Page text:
Therefore, QCS has not established that the persons whose status is at issue
satisfied the test stated in § 108.02(12)(b)(2)b.
c. The individual incurs the main expenses related to the services that he or she performs under contract --
Applying this test requires a determination of what services are performed under the contract, what expenses are related to the performance of those services, which of those expenses are borne by the person whose status is at issue, and whether those expenses constitute the main expenses. Lozon Remodeling (LIRC, September 24, 1999).
What services are performed under the contract -- The services performed under the contract here include working on cable connections: creating such connections, removing them, and checking on the status of and servicing existing connections. Another service performed by the tap auditors, is the recording of data about the connections. This service is necessary not only to determine what connections have been worked on so that appropriate payment can be determined, but also to facilitate follow-up quality control checking and correction of errors. The commission therefore finds that this is service performed under the contract.
What expenses are related to the performance of those services -- The expenses that are related to the services described above necessarily include the regular "overhead" expenses such as insurance and costs of the vehicle necessary to get the large equipment (ladder) to work sites. (4) There is also expense involved with the equipment. The necessary equipment includes hand tools and a ladder. In addition, the hand-held computer used to record data about the connections is also a piece of equipment necessary to the services performed under the contract.
Besides the costs of recurring "overhead" expenses such as insurance and of equipment, the materials used by the tap auditors undoubtedly have a cost. This presents the question, of whether the expense of these materials should be considered an expense that is "related to the services performed under the contract". The commission has held, in Prince Cable (LIRC, February 23, 2001), that materials such as cable boxes and wire are an expense related to the service of cable television installation and connection. It is also significant that another one of the 8 tests for independent contractor status, § 108.02(12)(b)2.a., treats having one's own "materials" as an indicator of independent contractor status. The commission concludes that the expense for the materials used by the tap auditors in this case is an expense related to the service they perform within the meaning of § 108.02(12)(b)2.c.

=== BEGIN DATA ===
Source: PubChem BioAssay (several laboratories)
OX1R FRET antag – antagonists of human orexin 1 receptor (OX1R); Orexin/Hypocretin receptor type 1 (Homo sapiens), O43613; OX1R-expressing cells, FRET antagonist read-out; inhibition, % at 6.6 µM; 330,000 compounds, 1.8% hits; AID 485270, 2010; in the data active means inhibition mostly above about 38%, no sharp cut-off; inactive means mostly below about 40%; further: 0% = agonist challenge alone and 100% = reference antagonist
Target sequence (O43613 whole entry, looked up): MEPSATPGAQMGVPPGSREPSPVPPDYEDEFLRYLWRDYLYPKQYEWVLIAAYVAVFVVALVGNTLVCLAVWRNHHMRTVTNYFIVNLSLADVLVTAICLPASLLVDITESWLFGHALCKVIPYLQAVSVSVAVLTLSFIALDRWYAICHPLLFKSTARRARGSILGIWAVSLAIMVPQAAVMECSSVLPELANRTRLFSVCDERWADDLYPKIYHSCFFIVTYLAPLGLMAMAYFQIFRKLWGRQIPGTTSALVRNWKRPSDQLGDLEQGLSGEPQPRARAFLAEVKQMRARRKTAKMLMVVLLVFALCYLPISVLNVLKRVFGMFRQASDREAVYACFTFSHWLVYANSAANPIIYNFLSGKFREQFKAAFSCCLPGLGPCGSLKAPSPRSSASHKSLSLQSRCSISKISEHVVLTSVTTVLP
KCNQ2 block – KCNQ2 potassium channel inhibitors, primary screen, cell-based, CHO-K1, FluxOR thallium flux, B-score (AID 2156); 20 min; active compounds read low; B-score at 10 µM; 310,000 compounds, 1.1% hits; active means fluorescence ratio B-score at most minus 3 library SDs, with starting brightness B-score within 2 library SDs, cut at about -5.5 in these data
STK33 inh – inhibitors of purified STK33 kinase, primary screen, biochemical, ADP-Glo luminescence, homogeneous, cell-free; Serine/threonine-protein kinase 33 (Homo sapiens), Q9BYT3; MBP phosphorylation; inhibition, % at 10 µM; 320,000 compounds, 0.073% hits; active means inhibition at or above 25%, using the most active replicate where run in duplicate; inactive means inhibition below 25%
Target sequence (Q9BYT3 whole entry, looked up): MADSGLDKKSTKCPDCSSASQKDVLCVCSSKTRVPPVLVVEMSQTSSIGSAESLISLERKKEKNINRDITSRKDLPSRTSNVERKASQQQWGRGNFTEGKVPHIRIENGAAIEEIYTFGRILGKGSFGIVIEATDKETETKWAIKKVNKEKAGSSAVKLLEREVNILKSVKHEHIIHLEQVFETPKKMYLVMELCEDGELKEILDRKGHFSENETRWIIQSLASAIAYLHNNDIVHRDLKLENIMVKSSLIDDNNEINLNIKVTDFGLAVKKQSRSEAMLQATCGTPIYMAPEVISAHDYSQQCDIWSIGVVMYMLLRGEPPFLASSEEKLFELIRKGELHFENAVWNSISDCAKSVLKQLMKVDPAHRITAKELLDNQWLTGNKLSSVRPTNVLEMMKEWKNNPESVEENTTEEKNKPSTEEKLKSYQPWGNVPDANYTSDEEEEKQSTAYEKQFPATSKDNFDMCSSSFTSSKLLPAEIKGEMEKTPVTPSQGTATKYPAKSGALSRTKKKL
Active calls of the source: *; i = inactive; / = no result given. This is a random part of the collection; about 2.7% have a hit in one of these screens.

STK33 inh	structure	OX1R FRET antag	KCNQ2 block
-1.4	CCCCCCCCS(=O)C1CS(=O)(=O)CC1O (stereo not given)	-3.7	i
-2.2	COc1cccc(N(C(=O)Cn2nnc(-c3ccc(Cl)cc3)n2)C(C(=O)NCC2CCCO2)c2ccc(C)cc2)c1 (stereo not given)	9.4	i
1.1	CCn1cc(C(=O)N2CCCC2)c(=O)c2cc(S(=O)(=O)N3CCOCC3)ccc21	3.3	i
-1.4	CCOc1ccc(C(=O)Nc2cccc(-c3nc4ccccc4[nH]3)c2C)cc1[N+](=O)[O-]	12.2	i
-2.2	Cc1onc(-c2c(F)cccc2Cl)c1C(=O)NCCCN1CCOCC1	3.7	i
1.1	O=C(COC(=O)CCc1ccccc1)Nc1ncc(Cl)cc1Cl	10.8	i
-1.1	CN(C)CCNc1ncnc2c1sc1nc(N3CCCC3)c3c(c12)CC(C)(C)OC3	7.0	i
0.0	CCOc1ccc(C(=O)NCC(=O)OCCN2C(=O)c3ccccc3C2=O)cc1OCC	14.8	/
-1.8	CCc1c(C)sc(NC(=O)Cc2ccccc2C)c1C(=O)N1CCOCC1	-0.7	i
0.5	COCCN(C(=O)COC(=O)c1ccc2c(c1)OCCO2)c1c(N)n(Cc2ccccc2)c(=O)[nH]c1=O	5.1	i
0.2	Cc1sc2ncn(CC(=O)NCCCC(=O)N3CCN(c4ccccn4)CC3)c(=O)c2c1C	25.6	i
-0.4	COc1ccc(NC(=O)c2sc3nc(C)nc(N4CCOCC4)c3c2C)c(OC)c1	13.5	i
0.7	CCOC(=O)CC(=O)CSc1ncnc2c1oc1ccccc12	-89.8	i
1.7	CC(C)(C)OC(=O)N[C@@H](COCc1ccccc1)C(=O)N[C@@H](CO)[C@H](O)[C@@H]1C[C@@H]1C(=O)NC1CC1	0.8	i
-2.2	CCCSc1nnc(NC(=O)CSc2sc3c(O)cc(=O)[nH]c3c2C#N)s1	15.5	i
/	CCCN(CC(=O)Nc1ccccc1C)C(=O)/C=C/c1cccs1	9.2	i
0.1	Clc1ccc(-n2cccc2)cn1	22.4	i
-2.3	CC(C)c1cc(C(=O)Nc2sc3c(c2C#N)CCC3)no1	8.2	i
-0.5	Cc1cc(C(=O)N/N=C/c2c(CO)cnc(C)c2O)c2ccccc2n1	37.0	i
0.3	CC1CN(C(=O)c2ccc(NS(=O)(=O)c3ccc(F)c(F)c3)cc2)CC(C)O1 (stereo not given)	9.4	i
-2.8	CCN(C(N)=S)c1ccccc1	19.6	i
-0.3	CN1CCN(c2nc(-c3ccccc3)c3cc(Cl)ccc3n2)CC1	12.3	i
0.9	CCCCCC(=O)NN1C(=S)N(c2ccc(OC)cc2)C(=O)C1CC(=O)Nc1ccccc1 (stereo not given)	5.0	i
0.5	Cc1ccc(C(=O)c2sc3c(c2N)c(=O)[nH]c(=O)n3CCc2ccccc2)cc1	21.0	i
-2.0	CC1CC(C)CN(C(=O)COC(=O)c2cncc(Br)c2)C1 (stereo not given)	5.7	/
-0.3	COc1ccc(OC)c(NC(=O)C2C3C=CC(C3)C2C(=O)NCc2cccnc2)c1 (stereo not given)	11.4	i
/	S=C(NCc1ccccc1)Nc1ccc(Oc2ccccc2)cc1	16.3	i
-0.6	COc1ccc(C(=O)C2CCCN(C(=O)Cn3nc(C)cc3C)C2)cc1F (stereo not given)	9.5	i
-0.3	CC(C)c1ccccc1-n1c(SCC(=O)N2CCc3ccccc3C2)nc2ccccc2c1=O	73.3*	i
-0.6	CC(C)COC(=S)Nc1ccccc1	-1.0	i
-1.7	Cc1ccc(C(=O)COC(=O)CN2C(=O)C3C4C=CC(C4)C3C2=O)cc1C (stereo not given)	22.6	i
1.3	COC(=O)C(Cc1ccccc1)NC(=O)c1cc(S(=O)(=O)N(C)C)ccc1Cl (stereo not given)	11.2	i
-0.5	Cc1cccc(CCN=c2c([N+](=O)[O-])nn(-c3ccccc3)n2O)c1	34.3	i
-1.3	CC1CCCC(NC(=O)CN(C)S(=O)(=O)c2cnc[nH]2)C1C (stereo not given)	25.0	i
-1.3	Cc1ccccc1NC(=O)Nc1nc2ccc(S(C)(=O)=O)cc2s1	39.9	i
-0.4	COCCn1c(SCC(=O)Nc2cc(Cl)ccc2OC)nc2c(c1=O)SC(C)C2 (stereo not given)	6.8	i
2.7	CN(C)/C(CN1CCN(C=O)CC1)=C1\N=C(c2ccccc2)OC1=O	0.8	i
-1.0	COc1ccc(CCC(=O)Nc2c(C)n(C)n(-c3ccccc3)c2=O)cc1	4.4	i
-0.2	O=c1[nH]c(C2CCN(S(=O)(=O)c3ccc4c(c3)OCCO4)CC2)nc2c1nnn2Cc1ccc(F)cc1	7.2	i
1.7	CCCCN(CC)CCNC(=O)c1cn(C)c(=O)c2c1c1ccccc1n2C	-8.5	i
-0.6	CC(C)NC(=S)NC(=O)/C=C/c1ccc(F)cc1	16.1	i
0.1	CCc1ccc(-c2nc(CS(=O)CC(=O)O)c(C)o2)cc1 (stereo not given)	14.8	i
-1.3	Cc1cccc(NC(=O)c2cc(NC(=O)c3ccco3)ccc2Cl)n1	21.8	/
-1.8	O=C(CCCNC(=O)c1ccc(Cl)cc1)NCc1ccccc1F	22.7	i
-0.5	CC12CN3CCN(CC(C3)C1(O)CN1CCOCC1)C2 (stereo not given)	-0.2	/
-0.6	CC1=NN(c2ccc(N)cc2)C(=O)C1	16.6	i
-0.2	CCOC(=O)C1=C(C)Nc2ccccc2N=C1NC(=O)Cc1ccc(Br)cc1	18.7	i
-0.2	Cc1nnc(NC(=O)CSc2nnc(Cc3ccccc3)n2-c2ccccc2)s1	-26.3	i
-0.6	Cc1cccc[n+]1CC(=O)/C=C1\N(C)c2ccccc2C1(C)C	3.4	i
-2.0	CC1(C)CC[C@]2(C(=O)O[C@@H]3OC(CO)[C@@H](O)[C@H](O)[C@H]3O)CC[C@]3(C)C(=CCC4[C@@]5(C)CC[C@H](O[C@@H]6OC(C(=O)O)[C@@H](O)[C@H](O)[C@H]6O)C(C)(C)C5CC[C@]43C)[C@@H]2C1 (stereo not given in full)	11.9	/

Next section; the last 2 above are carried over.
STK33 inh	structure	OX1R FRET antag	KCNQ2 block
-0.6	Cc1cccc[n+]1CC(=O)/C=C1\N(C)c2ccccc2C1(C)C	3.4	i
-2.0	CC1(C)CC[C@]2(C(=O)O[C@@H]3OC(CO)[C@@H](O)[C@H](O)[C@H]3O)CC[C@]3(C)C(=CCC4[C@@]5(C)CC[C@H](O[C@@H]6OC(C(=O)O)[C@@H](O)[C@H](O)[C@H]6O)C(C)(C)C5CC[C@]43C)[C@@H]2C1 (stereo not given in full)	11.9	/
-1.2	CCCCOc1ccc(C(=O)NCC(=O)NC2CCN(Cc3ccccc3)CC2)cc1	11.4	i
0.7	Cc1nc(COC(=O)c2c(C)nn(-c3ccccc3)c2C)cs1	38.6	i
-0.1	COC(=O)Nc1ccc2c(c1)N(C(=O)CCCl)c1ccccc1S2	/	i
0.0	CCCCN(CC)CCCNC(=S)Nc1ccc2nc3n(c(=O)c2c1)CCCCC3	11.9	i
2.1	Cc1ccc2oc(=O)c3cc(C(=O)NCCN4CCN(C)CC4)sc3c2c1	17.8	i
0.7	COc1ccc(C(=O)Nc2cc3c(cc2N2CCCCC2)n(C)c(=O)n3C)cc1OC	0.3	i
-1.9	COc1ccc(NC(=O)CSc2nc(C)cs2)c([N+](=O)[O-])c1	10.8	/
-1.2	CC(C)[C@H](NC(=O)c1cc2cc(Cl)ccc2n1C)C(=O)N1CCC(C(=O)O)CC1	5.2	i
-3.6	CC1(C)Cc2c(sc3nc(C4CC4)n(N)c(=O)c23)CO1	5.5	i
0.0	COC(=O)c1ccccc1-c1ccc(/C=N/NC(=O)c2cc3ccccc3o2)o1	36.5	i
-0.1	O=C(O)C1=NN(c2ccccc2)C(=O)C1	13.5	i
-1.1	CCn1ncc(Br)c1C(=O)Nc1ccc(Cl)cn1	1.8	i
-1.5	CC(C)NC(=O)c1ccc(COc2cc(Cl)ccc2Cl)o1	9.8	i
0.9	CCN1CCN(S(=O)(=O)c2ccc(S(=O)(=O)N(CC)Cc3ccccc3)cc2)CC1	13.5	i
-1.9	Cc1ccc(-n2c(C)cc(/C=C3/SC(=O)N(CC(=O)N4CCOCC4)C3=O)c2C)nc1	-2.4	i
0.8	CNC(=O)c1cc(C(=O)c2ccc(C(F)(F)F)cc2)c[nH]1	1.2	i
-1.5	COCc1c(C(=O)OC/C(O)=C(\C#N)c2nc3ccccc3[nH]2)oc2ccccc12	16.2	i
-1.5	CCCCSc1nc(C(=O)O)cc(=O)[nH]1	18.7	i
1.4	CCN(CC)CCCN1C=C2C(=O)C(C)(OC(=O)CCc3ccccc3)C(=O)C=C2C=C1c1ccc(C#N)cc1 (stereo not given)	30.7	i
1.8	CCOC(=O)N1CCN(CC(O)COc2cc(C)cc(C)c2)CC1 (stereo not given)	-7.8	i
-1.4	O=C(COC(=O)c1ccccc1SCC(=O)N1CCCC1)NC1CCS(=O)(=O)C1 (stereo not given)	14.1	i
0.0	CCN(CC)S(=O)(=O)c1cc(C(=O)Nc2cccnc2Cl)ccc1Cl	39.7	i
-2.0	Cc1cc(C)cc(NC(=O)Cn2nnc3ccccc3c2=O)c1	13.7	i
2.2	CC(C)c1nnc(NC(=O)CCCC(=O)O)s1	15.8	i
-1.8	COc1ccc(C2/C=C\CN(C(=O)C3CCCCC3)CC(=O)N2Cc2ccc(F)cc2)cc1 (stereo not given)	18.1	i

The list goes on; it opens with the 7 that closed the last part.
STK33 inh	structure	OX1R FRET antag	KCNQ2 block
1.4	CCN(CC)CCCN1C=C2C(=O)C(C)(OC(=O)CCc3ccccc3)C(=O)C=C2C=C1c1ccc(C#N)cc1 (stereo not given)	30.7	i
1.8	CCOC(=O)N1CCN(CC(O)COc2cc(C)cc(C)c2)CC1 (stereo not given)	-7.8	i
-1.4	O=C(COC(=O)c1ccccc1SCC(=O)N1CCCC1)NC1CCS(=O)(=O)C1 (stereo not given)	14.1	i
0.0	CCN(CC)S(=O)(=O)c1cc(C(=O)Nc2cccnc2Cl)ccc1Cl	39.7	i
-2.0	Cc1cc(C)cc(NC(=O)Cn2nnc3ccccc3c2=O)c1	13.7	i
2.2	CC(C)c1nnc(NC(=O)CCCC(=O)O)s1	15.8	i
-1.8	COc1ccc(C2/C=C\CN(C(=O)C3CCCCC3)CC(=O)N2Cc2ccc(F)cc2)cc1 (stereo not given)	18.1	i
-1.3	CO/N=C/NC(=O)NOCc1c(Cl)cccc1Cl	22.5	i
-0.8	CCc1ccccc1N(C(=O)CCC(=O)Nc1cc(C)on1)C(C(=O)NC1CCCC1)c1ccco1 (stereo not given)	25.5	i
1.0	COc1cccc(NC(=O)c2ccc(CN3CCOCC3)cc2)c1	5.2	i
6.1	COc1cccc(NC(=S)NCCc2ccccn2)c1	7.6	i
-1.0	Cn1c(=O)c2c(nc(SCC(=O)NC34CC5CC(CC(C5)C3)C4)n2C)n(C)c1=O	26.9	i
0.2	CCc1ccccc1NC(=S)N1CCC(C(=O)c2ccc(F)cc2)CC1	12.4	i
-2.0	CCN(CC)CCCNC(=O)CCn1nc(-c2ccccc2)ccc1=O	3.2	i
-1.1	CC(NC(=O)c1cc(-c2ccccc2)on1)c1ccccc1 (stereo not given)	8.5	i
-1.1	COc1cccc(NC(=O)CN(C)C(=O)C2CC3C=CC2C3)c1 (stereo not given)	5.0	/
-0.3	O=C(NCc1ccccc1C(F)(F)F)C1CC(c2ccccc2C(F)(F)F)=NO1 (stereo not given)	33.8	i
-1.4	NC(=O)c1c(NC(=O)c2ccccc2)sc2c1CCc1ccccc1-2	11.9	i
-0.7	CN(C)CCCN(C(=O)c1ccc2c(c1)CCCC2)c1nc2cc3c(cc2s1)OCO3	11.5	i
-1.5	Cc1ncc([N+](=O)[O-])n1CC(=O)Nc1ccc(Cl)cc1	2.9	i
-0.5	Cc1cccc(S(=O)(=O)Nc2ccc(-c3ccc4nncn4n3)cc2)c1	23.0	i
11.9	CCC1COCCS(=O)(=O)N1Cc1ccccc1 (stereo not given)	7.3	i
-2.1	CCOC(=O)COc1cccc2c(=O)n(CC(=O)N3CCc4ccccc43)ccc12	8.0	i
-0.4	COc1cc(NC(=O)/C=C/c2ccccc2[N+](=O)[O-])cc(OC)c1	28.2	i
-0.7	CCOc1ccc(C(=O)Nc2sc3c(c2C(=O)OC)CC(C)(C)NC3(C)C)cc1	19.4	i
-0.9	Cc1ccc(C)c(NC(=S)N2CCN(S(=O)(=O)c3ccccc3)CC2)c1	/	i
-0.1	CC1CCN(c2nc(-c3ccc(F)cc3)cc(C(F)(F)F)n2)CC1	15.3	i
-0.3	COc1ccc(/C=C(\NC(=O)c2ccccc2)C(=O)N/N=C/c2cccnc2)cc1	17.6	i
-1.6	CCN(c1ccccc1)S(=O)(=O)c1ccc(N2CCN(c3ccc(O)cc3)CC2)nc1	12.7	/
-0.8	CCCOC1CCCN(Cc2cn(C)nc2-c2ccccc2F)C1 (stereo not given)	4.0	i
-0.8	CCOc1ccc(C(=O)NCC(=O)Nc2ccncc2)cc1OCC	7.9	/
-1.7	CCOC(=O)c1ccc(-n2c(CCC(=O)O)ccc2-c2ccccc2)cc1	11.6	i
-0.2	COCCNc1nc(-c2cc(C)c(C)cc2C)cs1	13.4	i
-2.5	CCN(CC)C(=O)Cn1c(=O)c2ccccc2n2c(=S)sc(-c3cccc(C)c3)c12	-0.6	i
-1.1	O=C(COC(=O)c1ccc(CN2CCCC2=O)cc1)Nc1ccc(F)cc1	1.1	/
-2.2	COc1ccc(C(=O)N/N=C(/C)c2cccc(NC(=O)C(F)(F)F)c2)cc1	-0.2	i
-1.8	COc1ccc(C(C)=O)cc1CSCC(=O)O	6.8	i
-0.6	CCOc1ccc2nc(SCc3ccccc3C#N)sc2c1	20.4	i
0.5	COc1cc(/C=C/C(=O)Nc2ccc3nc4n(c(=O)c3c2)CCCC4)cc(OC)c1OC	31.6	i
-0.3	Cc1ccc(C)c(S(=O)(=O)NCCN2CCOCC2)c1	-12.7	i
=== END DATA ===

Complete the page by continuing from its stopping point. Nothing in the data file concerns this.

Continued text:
Which expenses are incurred by the person whose status is at issue - The tap auditors incur the expense connected with regular "overhead" expenses such as insurance and costs of the vehicle necessary to get the large equipment (ladder) to work sites. They also incur the expense connected with the ladder and hand tools. However, they do not incur the equipment expense of the hand-held computer, and they do not incur the expense of the materials which are used.
The ALJ concluded that the "negative pregnant" of the language of this test is that the putative employer, rather than the person whose services are at issue, incurs the expenses referred to. From this he reasoned that even though the tap auditors did not incur the expense of the materials used, the putative employer also did not incur that expense (since that the materials were provided by TW), and therefore the condition was met. The commission does not agree with the ALJ's theory. The "negative pregnant" is a legal concept which is concerned with the interpretations of denials in pleadings, see, e.g., All Electric Service v. Matousek, 46 Wis. 2d 194, 174 N.W.2d 511(1970), and occasionally with jury verdicts, see, e.g., Miller v. Kujak, 4 Wis. 2d 80, 90 N.W.2d 137 (1958). (5) It has no utility, and should not be resorted to, in the interpretation of statutes. The statute in this case is clear and precise in inquiring simply into whether or not the person whose status is at issue incurs the main expenses related to the services performed. If that person does not incur the main expenses, the inquiry is at an end.